It's been a heck of a ride for Zero Dark Thirty, the torture-laden movie about hunting down bin Laden, and the next stop is extra exciting. No we're not talking about the Oscars, although that day will come soon enough. We're talking about the congressional review of the film and its sources that we all saw coming. The probe by the Senate Intelligence Committee is currently underway and will attempt to discover who talked director Kathryn Bigelow and screenwriter Mark Boal (pictured above) into thinking it was okay to include the infamous torture scenes. Or simply who talked to Bigelow and Boal in the first place.
The congressional inquiry comes after weeks of very loud and very public scrutiny of the film, largely by lawmakers and the intelligence community. A panel of senators recently said that the movie "is factually inaccurate," specifically the torture scenes that suggest inhuman treatment helped lead the CIA to Osama bin Laden. Then, just a couple of weeks ago, CIA director Michael Morell said that "the film takes significant artistic license, while portraying itself as being historically accurate." On the hunt for bin Laden specifically, Morell added, "The filmmakers attributed the actions of our entire Agency -- and the broader Intelligence Community -- to just a few individuals."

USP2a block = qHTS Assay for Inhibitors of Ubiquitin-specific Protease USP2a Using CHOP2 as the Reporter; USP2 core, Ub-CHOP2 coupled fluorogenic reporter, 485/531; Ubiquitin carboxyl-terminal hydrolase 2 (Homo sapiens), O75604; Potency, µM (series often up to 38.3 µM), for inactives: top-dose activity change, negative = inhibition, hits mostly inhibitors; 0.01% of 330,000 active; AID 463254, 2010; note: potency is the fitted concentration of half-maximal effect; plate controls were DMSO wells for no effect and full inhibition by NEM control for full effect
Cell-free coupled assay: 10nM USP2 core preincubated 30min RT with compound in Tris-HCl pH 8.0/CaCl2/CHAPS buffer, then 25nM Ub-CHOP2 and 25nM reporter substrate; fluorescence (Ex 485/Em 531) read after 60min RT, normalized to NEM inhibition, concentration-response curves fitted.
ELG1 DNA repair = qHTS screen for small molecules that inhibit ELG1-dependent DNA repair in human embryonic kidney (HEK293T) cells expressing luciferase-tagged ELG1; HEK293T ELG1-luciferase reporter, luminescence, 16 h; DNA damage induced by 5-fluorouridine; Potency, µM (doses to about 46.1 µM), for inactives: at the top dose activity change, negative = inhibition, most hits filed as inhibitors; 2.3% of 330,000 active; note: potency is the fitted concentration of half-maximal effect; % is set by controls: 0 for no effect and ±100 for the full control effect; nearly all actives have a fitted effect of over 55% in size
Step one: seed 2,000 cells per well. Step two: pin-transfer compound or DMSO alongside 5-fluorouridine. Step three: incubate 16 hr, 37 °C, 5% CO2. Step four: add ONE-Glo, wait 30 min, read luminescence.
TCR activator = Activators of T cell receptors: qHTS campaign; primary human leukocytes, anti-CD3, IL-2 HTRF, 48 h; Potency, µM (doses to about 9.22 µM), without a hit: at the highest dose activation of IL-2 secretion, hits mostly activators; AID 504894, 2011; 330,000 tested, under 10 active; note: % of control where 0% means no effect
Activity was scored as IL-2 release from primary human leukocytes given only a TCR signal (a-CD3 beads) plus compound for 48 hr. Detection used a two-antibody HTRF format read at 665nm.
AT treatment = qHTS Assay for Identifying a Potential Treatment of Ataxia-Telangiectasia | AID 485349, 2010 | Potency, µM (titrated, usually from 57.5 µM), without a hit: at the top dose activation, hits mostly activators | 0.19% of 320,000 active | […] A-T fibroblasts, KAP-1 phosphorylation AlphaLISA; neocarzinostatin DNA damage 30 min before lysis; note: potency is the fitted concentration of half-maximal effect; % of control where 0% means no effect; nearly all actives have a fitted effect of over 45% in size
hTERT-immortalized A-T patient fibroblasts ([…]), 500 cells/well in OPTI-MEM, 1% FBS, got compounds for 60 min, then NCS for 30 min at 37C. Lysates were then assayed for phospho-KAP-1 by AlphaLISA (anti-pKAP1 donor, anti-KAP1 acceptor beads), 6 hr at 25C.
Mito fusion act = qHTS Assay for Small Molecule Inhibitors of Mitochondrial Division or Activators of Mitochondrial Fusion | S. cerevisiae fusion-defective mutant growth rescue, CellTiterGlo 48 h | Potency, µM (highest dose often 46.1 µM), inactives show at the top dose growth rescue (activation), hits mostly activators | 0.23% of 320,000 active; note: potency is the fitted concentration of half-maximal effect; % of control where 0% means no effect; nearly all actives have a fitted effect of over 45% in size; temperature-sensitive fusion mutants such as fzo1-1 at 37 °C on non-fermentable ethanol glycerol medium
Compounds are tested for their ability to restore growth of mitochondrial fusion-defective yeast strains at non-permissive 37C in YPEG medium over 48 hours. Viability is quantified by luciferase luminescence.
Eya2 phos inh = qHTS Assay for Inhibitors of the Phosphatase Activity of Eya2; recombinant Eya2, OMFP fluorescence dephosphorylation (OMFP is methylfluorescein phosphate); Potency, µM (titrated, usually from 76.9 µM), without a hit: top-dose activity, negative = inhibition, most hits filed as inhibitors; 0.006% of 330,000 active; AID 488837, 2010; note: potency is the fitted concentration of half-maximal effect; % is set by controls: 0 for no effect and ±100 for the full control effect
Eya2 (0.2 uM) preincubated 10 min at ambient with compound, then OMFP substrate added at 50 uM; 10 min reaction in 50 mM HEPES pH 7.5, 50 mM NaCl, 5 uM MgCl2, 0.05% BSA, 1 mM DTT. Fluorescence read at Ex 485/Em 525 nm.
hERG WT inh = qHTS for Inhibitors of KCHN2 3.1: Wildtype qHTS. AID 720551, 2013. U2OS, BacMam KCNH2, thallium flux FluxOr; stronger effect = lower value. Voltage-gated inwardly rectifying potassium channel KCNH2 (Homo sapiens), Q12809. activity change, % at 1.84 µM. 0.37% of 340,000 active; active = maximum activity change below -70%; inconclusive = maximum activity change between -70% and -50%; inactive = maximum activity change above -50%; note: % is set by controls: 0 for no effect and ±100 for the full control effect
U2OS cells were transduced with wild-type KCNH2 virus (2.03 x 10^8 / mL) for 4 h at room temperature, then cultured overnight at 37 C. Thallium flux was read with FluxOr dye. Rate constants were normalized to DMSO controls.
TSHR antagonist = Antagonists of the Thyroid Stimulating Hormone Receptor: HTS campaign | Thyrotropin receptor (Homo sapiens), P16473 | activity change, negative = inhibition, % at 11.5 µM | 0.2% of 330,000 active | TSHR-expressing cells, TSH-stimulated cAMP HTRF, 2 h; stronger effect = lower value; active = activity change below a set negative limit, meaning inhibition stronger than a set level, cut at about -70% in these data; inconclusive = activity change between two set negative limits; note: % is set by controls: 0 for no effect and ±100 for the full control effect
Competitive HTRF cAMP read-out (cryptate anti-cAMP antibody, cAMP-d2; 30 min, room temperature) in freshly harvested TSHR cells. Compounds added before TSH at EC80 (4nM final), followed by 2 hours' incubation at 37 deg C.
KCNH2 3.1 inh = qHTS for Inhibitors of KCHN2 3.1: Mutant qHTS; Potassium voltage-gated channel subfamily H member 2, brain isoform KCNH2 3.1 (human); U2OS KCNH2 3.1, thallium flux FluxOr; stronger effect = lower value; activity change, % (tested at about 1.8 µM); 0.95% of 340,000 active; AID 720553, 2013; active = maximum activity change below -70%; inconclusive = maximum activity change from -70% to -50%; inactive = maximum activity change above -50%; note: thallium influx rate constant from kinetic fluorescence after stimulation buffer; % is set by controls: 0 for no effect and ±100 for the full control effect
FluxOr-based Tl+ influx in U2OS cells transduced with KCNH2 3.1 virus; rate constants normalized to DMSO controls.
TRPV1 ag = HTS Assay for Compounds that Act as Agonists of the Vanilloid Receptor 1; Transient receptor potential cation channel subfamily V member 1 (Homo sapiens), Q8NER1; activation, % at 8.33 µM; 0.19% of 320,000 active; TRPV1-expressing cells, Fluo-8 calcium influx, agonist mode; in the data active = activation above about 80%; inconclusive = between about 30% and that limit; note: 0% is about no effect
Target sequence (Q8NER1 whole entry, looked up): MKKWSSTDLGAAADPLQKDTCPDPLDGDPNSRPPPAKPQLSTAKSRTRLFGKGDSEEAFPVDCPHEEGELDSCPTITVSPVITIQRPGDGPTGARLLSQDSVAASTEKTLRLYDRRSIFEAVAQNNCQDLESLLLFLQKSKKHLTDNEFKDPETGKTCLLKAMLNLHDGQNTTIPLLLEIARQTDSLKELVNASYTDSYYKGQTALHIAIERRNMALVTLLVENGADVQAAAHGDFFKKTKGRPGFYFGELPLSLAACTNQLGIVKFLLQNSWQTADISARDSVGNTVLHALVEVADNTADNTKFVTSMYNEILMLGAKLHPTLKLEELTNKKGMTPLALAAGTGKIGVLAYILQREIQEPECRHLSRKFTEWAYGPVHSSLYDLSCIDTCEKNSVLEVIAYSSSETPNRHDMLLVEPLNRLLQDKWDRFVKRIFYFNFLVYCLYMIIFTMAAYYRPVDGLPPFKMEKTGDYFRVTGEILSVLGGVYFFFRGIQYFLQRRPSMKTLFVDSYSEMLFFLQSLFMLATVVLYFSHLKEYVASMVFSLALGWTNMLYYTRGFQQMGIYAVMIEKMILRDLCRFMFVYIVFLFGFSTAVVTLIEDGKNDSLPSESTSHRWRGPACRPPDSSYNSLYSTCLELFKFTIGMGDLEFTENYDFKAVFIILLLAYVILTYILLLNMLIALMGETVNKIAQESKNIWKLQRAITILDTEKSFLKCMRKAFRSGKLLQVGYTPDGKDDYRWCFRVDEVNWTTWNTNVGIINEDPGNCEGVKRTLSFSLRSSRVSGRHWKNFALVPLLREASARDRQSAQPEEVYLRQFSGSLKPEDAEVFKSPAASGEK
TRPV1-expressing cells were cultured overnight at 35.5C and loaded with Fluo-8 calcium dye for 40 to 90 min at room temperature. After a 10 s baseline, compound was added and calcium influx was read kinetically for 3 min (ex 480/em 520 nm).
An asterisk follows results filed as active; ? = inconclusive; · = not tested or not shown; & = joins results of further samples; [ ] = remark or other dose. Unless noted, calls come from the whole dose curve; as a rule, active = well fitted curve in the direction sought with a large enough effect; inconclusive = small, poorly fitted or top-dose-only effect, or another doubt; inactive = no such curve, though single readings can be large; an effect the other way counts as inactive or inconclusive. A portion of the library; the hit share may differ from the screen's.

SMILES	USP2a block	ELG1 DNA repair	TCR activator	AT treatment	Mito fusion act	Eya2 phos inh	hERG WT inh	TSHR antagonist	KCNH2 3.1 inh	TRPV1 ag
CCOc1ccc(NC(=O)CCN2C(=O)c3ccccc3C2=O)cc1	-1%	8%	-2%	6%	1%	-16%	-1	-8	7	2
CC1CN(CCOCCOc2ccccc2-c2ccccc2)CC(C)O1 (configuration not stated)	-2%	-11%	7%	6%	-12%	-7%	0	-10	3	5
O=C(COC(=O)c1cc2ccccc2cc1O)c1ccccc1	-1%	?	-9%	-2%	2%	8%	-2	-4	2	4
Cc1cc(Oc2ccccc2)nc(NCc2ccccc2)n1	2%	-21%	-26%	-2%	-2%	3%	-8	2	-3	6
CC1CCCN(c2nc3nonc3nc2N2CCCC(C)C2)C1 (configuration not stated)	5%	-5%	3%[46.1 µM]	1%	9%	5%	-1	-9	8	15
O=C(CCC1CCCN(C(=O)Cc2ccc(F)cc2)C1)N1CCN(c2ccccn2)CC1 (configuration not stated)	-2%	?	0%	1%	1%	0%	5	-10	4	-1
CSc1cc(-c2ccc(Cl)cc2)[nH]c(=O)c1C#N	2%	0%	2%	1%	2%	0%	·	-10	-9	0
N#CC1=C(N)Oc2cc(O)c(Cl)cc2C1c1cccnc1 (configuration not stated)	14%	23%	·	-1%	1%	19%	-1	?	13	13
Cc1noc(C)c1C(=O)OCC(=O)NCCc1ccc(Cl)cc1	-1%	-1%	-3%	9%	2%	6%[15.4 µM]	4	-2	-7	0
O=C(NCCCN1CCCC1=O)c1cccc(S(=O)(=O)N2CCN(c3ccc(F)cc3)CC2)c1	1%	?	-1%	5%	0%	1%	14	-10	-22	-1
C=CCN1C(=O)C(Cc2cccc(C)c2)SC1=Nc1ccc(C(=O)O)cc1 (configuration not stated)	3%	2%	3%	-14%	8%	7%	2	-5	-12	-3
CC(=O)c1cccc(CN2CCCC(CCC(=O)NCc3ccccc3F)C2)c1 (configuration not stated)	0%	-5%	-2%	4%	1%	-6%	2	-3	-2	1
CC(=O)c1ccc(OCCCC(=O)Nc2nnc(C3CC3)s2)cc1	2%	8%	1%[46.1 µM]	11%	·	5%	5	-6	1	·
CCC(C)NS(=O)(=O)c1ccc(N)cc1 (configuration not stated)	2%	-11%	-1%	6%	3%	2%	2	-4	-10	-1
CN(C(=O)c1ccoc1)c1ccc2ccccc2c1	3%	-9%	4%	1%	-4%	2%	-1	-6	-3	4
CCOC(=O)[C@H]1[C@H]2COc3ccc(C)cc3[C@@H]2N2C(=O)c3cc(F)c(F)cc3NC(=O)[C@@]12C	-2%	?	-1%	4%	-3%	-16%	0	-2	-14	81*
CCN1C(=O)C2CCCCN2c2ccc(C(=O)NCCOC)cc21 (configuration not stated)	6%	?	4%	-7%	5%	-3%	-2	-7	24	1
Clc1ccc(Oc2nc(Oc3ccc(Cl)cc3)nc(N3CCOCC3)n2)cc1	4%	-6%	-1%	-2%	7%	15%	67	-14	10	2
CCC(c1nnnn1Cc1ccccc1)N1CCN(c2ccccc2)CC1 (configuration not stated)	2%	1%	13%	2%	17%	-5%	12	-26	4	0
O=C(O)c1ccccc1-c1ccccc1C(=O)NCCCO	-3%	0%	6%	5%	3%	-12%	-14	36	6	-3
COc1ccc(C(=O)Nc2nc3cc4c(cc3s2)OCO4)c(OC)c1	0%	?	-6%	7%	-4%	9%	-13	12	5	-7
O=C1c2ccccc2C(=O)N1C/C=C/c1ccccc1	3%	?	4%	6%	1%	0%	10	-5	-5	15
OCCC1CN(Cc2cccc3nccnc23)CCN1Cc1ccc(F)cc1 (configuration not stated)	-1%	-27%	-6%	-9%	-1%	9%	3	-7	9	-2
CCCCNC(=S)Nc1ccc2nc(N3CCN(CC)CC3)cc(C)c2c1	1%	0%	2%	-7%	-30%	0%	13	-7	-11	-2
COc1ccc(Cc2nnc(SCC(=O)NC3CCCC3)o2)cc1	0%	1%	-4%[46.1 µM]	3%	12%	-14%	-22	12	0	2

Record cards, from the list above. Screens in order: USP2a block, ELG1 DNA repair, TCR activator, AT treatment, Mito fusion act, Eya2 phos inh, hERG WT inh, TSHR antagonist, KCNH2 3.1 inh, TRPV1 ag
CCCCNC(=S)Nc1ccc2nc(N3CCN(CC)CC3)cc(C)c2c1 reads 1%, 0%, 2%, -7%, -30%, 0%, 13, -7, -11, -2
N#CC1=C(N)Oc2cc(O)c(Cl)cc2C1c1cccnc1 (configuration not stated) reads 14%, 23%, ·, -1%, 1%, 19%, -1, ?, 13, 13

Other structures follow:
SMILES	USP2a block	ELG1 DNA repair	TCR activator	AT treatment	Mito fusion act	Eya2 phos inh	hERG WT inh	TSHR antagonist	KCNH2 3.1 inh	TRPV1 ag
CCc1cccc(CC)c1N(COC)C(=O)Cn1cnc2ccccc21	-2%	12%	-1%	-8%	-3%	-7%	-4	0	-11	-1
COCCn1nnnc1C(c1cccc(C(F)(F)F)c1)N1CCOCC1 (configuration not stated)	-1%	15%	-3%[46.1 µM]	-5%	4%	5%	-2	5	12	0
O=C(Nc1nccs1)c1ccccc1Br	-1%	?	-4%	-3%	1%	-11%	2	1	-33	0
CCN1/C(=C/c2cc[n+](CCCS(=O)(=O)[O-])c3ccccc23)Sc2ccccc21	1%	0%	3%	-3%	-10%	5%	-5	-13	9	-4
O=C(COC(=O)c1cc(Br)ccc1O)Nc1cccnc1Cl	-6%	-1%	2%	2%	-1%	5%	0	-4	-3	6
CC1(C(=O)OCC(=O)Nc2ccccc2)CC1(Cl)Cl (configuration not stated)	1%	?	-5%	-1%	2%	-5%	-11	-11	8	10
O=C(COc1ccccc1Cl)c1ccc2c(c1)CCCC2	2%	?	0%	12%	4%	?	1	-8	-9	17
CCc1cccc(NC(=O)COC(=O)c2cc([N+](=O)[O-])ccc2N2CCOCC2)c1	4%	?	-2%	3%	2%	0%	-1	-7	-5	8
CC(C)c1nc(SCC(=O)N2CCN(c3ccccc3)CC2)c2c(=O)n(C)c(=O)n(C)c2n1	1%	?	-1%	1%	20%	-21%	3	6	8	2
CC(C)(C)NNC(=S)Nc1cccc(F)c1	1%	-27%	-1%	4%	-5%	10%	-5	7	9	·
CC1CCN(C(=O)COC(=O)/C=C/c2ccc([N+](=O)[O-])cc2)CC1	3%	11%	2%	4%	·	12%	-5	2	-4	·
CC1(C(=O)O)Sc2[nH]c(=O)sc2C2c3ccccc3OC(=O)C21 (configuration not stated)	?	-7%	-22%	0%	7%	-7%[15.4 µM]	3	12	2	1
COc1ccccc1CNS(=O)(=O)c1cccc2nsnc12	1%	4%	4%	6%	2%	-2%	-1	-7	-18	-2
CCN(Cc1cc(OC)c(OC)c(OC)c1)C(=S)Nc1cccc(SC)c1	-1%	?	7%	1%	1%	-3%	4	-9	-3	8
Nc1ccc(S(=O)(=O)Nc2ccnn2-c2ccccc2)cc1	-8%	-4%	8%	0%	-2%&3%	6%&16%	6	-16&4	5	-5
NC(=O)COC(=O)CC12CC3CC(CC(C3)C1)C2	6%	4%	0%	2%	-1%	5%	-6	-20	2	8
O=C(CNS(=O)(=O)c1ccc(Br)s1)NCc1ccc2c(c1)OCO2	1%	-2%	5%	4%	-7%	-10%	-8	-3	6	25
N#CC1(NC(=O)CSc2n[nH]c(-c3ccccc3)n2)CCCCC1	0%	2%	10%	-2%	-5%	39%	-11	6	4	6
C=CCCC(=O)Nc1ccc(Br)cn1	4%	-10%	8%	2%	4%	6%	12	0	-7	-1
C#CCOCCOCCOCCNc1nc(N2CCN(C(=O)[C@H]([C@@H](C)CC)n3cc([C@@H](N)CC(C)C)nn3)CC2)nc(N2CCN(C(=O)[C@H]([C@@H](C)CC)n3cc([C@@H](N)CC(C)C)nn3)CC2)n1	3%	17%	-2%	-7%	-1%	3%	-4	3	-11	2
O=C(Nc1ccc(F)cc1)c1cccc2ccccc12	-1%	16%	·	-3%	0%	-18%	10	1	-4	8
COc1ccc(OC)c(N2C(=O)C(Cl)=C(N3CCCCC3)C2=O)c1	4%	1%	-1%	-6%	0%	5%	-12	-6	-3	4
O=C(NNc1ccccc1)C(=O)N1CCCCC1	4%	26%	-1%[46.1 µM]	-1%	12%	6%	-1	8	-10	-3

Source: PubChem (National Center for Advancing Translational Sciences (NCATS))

There's more to the story than a misplaced or even maligned scene, though. As the details of the new Senate review suggest, the government isn't just concerned about Hollywood spreading embellishments of the truth. They're also afraid that their very own -- Defense Department officials, CIA agents, etc. -- overshared a little bit. This is beyond embarrassing. It's a potential national security threat. And in fact, Under Secretary of Defense Michael Vickers is already under investigation for getting too cosy with the filmmakers.
It's unclear how big or serious this latest inquiry will be. In the meantime, people will still go to see Zero Dark Thirty, and in a couple of months, Bigelow and Boal may very well be thanking the Academy. For better or worse.
This article is from the archive of our partner The Wire.
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